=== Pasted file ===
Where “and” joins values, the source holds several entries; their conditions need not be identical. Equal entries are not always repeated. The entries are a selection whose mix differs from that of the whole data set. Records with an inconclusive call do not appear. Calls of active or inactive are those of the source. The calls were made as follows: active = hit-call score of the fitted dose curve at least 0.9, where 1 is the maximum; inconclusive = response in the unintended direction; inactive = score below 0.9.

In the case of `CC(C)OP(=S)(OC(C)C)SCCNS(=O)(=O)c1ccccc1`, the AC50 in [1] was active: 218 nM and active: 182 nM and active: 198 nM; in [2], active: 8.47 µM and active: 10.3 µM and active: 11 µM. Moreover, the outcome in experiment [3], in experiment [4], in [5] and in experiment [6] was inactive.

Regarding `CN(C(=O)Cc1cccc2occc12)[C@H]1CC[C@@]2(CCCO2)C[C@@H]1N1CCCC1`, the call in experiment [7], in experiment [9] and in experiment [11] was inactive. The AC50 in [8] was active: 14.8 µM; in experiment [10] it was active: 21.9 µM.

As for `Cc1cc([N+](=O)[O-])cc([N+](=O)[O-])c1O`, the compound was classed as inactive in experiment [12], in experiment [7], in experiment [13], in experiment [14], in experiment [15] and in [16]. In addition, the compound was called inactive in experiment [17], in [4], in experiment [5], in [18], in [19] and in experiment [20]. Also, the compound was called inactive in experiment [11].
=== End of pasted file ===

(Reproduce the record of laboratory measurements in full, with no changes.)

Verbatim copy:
Where “and” joins values, the source holds several entries; their conditions need not be identical. Equal entries are not always repeated. The entries are a selection whose mix differs from that of the whole data set. Records with an inconclusive call do not appear. Calls of active or inactive are those of the source. The calls were made as follows: active = hit-call score of the fitted dose curve at least 0.9, where 1 is the maximum; inconclusive = response in the unintended direction; inactive = score below 0.9.

In the case of `CC(C)OP(=S)(OC(C)C)SCCNS(=O)(=O)c1ccccc1`, the AC50 in [1] was active: 218 nM and active: 182 nM and active: 198 nM; in [2], active: 8.47 µM and active: 10.3 µM and active: 11 µM. Moreover, the outcome in experiment [3], in experiment [4], in [5] and in experiment [6] was inactive.

Regarding `CN(C(=O)Cc1cccc2occc12)[C@H]1CC[C@@]2(CCCO2)C[C@@H]1N1CCCC1`, the call in experiment [7], in experiment [9] and in experiment [11] was inactive. The AC50 in [8] was active: 14.8 µM; in experiment [10] it was active: 21.9 µM.

As for `Cc1cc([N+](=O)[O-])cc([N+](=O)[O-])c1O`, the compound was classed as inactive in experiment [12], in experiment [7], in experiment [13], in experiment [14], in experiment [15] and in [16]. In addition, the compound was called inactive in experiment [17], in [4], in experiment [5], in [18], in [19] and in experiment [20]. Also, the compound was called inactive in experiment [11].